“His proposed schemes can provide enough information to allow for good optimization performance without leaking sensitive information about the users,” MacKenzie said. 

In the smart power grid research area, Mahmoud has made a leading attempt to investigate the efficiency and security of certificate revocation for Automatic Metering Infrastructure communications. The proposed schemes facilitate the use of public key cryptography to secure the communications within the smart grid. 

“The impact of this work is very distinctive, as it addresses critical scalability issues in a public key cryptosystem with devices with limited computation and storage resources, " MacKenzie said. “Recently, he has been investigating different machine learning approaches to contribute to the security of the smart grid.”

Mahmoud has also developed three graduate courses closely related to his research titled “security and privacy preservation for wireless networks,” “advanced cryptography application in emerging wireless networks,” and “machine learning in cybersecurity.” Mahmoud has excelled in student advisement, according to MacKenzie, and his students are well published, and some of his former Ph.D. students have been able to secure faculty positions at top education institutions across the nation. 

Mahmoud has won three prestigious Best Paper awards from top conferences in wireless communications and networking.  Tech has also recognized Mahmoud’s excellence in research through several awards. He won the Kinslow Engineering Research Award, given annually for the best paper written by a Tech engineering faculty member and published in a peer-reviewed journal, in both 2018 and 2020. 

He won the 2017-2018 Scholastic Research Award, and the prestigious 2018 Brown-Henderson Outstanding Engineering Faculty Award. And he was the 2017 recipient of the Tech Rising Renaissance Engineer Faculty Scholar Award. Additionally, Mahmoud has won the Wings Up 100 Research Achievement Award, given to Tech faculty who activated at least $100,000 in external research grants in one year in 2019, 2020, and 2021.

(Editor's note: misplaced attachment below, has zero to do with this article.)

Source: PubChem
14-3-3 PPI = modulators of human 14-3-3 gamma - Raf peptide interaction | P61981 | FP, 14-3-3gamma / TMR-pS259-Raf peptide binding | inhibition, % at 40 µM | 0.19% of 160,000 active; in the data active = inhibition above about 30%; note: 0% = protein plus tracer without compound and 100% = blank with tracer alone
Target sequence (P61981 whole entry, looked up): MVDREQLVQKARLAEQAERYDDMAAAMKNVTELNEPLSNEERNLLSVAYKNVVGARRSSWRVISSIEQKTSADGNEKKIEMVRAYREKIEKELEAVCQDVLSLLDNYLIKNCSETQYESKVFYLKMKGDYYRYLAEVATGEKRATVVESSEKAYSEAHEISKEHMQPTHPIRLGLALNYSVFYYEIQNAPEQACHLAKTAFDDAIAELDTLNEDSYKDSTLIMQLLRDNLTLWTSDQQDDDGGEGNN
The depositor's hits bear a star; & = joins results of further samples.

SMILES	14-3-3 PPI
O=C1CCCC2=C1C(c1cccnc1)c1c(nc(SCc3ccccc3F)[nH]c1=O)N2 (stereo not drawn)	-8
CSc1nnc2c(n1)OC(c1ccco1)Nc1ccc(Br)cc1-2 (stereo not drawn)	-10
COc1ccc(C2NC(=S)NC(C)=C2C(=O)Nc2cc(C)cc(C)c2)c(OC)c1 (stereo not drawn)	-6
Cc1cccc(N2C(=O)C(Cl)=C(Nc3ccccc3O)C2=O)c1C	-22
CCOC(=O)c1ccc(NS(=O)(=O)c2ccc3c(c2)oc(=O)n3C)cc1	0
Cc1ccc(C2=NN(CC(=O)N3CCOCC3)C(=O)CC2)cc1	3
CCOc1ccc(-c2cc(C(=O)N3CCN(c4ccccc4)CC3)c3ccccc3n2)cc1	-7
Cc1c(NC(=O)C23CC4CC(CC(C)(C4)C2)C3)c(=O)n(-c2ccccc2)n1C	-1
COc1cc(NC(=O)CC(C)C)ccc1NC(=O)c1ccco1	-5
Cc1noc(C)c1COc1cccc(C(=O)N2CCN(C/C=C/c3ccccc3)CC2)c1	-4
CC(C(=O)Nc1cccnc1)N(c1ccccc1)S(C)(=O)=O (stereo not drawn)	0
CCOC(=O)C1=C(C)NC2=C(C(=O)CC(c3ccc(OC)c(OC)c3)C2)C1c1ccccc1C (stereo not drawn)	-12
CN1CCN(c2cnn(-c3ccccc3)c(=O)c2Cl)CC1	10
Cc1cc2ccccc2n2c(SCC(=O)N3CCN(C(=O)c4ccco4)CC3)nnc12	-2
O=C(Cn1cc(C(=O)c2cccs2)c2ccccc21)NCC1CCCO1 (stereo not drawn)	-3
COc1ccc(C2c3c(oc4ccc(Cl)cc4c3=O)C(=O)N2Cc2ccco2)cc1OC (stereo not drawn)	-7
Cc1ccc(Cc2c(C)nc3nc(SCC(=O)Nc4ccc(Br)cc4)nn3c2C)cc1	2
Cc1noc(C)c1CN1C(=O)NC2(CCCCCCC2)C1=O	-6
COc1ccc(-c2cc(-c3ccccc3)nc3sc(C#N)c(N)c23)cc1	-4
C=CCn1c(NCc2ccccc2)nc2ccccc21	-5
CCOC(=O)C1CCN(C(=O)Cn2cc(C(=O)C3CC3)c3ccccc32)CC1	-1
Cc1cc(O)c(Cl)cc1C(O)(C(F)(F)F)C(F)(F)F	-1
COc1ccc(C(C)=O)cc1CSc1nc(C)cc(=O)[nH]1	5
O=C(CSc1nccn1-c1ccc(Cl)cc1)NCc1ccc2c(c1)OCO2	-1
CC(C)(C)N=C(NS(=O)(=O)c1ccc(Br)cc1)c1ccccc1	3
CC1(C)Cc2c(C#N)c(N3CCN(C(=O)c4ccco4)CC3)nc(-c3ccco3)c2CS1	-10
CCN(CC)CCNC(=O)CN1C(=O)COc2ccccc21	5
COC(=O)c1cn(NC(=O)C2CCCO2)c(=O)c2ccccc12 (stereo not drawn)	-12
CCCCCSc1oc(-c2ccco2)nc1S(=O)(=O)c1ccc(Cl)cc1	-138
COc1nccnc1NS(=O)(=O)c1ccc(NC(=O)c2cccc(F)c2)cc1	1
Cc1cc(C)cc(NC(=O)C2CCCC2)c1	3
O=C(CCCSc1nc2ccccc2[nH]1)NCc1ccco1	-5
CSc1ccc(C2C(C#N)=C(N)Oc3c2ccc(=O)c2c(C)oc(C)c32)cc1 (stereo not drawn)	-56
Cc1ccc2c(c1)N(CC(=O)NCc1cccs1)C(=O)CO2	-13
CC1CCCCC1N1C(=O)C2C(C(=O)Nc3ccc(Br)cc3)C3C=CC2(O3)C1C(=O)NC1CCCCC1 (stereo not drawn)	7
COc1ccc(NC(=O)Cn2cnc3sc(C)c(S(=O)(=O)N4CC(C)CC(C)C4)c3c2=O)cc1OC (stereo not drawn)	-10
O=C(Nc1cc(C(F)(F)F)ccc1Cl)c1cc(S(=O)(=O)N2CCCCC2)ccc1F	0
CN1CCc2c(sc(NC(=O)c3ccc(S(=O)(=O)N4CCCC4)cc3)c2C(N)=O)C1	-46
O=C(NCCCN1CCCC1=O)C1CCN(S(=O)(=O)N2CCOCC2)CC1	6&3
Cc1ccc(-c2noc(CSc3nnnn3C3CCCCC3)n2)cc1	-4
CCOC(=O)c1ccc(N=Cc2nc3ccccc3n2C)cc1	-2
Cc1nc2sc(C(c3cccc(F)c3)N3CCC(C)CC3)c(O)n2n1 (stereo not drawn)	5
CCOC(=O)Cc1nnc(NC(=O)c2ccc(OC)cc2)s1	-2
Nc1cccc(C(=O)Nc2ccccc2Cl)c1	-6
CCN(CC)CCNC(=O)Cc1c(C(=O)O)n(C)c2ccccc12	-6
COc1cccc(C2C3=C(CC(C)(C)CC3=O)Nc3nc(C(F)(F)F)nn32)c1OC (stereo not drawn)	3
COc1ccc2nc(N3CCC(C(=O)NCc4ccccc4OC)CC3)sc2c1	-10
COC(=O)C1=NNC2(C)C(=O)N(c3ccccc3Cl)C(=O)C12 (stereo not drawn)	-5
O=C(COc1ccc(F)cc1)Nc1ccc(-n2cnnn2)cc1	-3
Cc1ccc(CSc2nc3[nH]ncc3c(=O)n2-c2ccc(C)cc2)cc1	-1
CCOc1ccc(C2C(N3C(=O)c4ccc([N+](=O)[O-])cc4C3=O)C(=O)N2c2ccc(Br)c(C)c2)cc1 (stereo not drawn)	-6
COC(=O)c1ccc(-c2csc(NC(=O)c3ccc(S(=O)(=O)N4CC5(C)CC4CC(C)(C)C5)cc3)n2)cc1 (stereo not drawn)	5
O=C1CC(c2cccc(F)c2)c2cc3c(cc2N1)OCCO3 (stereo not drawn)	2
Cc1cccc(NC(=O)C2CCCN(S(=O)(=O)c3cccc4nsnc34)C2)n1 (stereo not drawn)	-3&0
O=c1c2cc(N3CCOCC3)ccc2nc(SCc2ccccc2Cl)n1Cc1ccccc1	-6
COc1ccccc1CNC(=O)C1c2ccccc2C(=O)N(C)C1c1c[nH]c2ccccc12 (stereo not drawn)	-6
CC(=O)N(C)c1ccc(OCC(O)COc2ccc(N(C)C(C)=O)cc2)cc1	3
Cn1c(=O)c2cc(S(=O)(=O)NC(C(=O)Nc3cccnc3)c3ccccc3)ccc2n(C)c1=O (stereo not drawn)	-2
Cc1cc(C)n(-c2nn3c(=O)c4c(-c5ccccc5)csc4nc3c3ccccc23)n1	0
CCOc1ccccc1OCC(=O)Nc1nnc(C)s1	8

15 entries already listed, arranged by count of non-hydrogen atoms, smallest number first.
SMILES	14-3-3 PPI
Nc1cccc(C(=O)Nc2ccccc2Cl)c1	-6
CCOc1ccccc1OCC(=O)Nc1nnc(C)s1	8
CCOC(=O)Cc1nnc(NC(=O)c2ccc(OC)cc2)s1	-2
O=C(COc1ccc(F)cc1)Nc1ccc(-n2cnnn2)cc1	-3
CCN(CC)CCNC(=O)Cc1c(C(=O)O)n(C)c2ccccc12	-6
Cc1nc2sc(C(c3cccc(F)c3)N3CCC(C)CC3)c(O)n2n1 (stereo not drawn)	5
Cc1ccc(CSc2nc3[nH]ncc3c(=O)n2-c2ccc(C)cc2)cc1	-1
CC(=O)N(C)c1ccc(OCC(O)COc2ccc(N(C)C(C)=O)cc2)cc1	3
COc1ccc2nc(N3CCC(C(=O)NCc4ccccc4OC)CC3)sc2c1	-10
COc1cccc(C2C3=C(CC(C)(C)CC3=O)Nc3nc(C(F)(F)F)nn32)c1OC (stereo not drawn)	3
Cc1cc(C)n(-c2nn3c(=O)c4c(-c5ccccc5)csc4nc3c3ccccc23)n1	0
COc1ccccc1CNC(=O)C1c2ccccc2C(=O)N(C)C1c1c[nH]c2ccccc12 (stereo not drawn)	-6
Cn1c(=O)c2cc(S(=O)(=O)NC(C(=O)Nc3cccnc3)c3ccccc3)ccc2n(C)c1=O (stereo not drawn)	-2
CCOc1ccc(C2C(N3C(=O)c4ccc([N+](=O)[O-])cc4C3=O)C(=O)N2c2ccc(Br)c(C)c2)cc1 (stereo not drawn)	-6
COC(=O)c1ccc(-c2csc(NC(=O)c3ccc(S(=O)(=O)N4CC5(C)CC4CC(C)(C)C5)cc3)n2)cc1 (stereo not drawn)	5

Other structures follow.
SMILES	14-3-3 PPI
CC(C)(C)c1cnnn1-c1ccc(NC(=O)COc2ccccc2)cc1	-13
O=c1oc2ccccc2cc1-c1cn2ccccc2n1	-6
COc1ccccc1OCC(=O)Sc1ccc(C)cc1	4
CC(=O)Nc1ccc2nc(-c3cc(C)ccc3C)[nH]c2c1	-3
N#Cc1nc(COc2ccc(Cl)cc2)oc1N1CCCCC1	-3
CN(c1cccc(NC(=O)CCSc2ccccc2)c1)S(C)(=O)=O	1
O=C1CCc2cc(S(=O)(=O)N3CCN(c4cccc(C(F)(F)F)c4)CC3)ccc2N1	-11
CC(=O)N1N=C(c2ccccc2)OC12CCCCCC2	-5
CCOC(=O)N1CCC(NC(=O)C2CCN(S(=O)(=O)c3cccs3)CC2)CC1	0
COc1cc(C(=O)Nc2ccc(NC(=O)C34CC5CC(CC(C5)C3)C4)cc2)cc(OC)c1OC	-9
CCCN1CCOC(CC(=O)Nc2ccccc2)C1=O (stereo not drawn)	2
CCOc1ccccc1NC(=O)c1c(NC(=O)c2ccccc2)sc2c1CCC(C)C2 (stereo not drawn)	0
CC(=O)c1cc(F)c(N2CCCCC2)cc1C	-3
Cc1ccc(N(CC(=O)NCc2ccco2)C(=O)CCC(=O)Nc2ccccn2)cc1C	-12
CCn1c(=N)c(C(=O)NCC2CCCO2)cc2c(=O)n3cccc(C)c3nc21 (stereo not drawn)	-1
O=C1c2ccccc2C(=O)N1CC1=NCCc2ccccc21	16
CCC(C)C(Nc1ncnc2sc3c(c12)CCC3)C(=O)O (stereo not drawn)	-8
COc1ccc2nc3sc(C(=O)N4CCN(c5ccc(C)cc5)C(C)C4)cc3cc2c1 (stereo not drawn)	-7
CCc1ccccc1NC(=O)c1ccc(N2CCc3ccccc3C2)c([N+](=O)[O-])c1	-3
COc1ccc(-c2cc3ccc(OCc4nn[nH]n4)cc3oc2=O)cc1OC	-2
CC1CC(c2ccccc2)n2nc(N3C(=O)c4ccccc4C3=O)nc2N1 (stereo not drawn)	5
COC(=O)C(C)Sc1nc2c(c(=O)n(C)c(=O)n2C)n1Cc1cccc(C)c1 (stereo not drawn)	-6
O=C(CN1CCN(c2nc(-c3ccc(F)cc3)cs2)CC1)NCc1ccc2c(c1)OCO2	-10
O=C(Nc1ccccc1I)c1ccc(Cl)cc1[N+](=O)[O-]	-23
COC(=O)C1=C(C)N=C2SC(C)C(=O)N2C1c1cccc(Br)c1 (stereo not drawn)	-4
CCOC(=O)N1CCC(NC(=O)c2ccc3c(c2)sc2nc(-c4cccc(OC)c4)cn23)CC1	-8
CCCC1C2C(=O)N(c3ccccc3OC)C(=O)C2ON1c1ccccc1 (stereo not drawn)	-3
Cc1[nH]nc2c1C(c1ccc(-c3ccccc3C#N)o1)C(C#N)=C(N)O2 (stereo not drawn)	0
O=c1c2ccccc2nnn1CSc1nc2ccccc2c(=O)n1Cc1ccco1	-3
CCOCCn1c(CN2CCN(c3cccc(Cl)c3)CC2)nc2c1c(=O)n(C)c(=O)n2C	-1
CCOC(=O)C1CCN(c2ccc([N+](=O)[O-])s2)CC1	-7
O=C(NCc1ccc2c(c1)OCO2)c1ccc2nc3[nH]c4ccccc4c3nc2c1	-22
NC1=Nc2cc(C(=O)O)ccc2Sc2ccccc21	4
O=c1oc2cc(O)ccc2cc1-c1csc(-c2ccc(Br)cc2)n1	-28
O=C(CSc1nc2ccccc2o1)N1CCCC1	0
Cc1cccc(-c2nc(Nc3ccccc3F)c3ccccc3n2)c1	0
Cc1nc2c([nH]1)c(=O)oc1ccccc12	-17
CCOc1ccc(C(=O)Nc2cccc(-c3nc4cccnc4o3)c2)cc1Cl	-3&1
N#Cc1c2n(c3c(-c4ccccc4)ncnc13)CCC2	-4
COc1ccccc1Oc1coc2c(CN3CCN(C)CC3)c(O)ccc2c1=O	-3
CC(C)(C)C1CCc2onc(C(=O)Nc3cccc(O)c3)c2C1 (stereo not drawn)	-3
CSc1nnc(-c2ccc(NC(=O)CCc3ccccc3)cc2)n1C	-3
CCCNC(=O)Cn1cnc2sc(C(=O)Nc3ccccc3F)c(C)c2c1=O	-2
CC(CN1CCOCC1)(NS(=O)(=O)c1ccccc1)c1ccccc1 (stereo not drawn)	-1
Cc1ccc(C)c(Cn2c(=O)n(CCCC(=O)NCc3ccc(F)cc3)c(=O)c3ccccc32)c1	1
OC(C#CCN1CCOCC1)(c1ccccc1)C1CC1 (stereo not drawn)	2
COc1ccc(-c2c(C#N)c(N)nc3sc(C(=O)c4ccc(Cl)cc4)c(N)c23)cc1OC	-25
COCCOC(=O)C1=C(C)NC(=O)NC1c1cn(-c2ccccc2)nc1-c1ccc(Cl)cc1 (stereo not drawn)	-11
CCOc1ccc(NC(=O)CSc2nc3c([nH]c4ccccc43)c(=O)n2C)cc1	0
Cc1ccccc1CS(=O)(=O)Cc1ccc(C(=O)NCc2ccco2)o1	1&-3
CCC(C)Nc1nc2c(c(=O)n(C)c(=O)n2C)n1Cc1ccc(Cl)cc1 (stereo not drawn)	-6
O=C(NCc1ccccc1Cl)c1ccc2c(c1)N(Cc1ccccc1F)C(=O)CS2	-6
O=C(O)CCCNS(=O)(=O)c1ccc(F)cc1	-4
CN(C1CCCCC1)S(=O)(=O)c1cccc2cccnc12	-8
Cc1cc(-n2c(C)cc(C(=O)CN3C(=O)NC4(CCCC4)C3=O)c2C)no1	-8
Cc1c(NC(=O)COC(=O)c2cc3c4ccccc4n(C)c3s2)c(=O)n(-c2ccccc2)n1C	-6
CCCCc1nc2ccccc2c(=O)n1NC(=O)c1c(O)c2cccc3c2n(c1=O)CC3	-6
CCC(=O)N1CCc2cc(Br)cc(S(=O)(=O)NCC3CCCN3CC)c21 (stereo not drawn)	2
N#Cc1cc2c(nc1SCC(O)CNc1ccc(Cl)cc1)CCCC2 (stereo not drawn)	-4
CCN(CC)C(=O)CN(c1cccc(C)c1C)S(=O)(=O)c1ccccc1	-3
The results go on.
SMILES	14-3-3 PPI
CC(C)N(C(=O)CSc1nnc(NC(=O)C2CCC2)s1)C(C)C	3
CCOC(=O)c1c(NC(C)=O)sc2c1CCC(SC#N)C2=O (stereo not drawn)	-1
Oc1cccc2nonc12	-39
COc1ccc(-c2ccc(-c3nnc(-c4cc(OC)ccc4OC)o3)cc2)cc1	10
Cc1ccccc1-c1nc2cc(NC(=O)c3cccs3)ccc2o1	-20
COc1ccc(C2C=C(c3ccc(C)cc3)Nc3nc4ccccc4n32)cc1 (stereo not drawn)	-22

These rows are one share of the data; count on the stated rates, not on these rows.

“I am happy here for sure, we have wonderful students,” Mahmoud said.  “I received a lot of support and guidance from the electrical and computer engineering department, college of engineering and centers.”

The Fulbright U.S. Scholar program is administered by the Department of State, and it aims to strengthen the relations with other countries through exchanging students and scholars. College and university faculty, administrators, and researchers, as well as artists and professionals build their skills and connections, gain valuable international insights, and return home to share their experiences with their students and colleagues.  

“Because of this award, I am spending this semester in Qatar, a small country in the middle east close to Dubai,” Mahmoud said.

Mahmoud said the future of the electrical and computer engineering program at Tech is bright with increasing interest and visionary leadership. 

“The electrical and computer engineering program is one of the most enrolled programs in the college of engineering. There is an increasing interest from students to join the department,” Mahmoud said. “Our current department chair, Dr Allen MacKenzie, has a good vision for upgrading the curriculum of the department and increasing the scholarly activities.” 

The new Ashraf Islam Engineering Building will also be a valuable resource for the engineering department and researchers, according to Mahmoud.   The new engineering building will be the first new engineering facility at Tech in 50 years. It will be a student-centered interdisciplinary smart building used by all departments in the college. 

“This is really a big addition to the department. I would like to thank everyone who worked to make this dream a reality,” Mahmoud said. “We will have a good research infrastructure that will definitely support my research.” 

For more information on the Caplenor Faculty Research Award visit, and for information about the  

electrical and computer engineering department visit